As you read this, a ragged alliance of rival forces fights to wrest Mosul’s western half from the grip of the Islamic State. The besiegers represent different ethnic and religious factions jockeying for power in the ruins. The defenders are religious fanatics of an apocalyptic faith. Hundreds of thousands of civilians are captive in their midst.
We of the human race have been here before and will come here again. Cities, the emblem and apogee of all civilizations, have been war’s great prizes since the days of myth. Sieges—nowadays the least-studied form of military operations—have stained history with vast amounts of blood, from Carthage to Constantinople. And they’re back.
Sieges have always been brutal, exacerbated by plague, famine, and fratricide within the city walls. But when one or both sides have been armor-plated with ideology or faith, the last pretenses of civilization vanish. States and dynasties generally preferred to capture cities and their wealth-generating capacities intact. Ideologues and fanatics revel in death.
The Roman siege of Jerusalem in A.D. 70 was prototypical. The Zealots and other factions within the city’s walls resisted to the end and, as the situation within those walls deteriorated, Zealots killed more fellow Jews than they killed Romans. The last struggle was bitter and the Romans, in their turn, were merciless. Jerusalem had become more trouble than it was worth.
In the Great Mutiny, or First Indian War of Independence, of 1857, Hindus and Muslims initially allied against the British occupiers. But Wahhabi fanatics took over besieged Delhi, which the Hindu mutineers left in disgust. When the cholera-tormented British stormed through the Kashmir Gate and embarked on a vengeful slaughter, Islamist fanatics had already thinned the resistance.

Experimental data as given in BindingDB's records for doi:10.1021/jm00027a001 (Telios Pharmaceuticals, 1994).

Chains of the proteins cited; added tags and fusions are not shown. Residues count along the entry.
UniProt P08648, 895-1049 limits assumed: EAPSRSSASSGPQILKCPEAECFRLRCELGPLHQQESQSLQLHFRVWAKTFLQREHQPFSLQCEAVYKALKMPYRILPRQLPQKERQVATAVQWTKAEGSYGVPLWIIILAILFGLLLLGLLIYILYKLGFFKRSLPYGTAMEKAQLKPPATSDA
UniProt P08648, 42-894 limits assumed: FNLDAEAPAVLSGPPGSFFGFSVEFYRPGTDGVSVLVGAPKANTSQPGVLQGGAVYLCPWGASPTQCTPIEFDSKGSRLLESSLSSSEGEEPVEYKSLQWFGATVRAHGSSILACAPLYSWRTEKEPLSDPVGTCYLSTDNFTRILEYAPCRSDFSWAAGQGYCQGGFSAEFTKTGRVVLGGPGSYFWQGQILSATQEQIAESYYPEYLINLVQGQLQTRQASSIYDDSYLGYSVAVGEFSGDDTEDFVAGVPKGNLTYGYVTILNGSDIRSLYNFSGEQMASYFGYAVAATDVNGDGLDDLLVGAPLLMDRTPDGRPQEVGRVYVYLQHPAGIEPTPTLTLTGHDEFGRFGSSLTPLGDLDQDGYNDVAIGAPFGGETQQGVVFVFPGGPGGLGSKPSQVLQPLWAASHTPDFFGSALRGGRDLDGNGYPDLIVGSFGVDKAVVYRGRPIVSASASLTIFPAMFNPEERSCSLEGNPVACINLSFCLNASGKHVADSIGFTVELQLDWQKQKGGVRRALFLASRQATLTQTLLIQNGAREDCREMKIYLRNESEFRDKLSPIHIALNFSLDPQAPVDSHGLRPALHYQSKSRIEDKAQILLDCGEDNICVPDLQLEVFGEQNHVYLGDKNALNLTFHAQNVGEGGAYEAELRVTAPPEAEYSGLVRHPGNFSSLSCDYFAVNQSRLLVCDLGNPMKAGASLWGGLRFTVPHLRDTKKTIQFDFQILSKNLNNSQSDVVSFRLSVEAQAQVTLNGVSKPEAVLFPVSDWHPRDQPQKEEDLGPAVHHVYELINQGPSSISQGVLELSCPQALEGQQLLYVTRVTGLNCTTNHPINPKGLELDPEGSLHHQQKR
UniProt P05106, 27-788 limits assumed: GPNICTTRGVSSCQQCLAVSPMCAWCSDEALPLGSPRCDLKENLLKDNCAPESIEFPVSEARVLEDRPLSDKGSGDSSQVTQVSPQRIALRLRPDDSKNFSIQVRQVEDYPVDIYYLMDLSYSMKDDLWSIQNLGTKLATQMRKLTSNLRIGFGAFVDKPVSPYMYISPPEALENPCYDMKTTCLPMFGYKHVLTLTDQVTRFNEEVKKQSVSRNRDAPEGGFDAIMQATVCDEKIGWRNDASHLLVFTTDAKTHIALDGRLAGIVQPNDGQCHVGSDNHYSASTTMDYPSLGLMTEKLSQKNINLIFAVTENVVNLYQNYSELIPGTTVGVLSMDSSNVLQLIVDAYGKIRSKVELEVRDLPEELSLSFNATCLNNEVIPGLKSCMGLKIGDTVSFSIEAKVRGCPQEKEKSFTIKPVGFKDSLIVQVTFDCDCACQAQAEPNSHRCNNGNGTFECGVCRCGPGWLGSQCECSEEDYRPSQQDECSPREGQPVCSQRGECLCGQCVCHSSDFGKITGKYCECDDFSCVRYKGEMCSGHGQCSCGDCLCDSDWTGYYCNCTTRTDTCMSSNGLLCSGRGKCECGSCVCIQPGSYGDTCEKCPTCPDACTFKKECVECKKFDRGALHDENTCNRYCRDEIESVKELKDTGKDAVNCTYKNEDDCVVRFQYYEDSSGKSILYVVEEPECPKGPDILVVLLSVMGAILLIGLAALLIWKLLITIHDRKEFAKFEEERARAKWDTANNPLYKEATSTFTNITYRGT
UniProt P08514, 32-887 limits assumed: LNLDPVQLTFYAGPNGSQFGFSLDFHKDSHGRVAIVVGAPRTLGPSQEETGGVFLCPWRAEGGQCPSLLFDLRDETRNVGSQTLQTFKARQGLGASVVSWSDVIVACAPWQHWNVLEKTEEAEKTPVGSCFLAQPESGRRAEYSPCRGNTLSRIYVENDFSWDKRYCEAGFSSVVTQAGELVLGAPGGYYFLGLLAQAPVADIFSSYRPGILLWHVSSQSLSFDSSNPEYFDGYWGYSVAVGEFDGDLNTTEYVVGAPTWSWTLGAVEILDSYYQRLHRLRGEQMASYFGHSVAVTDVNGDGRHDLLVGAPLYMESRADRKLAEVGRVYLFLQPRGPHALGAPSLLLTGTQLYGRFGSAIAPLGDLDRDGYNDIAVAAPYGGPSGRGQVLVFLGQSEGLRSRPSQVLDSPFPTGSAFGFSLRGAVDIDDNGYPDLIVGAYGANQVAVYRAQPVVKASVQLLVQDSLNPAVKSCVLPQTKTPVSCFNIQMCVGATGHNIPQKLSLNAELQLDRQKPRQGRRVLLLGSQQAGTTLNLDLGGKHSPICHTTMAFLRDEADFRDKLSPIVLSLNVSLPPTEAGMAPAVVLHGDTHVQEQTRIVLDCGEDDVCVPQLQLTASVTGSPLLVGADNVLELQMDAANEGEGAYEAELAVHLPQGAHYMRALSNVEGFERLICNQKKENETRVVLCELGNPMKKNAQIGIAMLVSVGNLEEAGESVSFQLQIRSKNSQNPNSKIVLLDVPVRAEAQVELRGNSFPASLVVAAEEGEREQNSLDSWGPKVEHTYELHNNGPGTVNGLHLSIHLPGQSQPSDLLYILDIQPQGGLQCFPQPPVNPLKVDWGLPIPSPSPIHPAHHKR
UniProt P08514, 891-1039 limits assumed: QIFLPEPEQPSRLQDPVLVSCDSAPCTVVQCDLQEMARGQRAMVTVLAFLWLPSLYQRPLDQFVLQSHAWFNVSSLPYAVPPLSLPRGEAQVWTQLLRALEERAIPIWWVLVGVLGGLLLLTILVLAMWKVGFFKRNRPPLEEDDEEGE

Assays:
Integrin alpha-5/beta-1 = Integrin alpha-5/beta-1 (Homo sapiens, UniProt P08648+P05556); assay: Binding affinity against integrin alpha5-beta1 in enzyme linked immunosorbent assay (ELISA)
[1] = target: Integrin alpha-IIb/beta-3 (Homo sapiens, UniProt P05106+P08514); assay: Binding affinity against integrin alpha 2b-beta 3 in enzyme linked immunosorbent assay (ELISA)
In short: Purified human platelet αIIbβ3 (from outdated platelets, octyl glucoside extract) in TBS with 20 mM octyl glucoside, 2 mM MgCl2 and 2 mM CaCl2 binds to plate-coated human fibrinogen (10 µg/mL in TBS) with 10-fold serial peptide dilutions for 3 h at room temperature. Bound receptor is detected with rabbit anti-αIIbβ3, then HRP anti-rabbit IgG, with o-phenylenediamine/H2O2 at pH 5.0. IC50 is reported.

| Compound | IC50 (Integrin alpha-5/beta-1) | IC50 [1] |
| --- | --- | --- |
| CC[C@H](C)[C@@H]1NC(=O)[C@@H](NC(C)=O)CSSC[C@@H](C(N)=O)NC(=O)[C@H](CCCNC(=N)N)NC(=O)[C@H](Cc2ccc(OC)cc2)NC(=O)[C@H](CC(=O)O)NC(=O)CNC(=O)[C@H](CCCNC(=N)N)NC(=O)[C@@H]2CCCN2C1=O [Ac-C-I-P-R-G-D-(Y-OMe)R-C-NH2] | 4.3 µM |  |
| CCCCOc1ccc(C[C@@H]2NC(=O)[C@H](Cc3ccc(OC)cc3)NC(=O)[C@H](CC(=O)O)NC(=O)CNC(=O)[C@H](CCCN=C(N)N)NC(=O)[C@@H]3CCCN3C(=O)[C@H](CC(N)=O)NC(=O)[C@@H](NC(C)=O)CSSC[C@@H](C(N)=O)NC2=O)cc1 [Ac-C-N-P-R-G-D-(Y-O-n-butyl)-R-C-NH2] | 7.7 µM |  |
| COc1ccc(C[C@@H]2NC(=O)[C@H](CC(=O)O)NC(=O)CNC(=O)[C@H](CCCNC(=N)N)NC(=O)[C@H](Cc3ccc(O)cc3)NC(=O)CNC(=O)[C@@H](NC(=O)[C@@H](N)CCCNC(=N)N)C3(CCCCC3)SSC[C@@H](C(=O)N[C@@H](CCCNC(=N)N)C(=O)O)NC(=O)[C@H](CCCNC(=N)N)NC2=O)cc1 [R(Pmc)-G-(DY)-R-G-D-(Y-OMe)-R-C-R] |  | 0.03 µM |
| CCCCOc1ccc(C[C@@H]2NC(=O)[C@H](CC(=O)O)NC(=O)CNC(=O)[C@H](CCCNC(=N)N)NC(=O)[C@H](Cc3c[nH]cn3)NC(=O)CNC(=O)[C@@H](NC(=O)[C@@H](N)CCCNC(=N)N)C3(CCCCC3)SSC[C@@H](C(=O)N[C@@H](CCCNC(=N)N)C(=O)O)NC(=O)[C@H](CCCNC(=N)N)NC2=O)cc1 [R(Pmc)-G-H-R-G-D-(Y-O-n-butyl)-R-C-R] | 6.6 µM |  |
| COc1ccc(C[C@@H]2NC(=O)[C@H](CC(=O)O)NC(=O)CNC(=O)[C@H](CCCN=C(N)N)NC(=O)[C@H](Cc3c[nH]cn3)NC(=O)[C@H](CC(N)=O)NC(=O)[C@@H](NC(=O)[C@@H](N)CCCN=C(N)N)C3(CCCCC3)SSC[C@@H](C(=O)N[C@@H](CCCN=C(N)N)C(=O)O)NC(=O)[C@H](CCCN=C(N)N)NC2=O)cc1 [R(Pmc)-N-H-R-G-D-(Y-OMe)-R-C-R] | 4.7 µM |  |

From those and many other sieges, we’ve seen, time and again, how religious fanatics turn on their own less-devout coreligionists or rivals, from Muenster to Mosul. But ideological competitions, often between great powers, can be equally or even more destructive and uncompromising—because ideology-driven regimes possess more firepower. The defeat of the Paris Commune of 1871 involved German siege guns shelling a starving (and finally captive) population, followed by mass executions when the Commune fell. The Communards perished, but a new fanaticism was born.
In Warsaw—that immeasurably heroic city—the Nazis didn’t just quell but annihilated the 1943 Ghetto Uprising. The following year, as two monstrous ideologies faced off across the Vistula River, the Polish Home Army rose, expecting the besieging Red Army to come to its aid. Instead, Stalin watched cynically as the Nazis defeated the uprising, destroying Warsaw in the process, and only moved on the city after the Germans had finished off the Poles.
Earlier in the war, the siege of Leningrad, another all-or-nothing struggle, created immense civilian suffering. The Second World War moved eastward then westward again from city to city—yet, military histories focus on sweeping maneuvers and armored duels.
That has been a general pattern: Students of military history naturally are drawn to the movement, color, and drama of field campaigns and battles on landscapes suited for terrain walks. The dynamic movements and obvious heroism are easier on the soul than the grinding cruelty, filth, and truth of sieges.
Yet, we are, again, in an age of urban warfare and the struggles for Fallujah, Ramadi, Aleppo, and dozens of smaller cities and towns where the local social contracts have collapsed. The horror of the last century’s ideological struggles that tormented Madrid and devastated Manila, that gutted Berlin and leveled Seoul, are being replayed with the amphetamine shock of religion injected into conflict’s arteries.
If you’re a romantic, study those swift, far-ranging campaigns of marches and maneuvers. But if you want to understand the future of warfare in an ever-more-urban world, study the grisly history of sieges.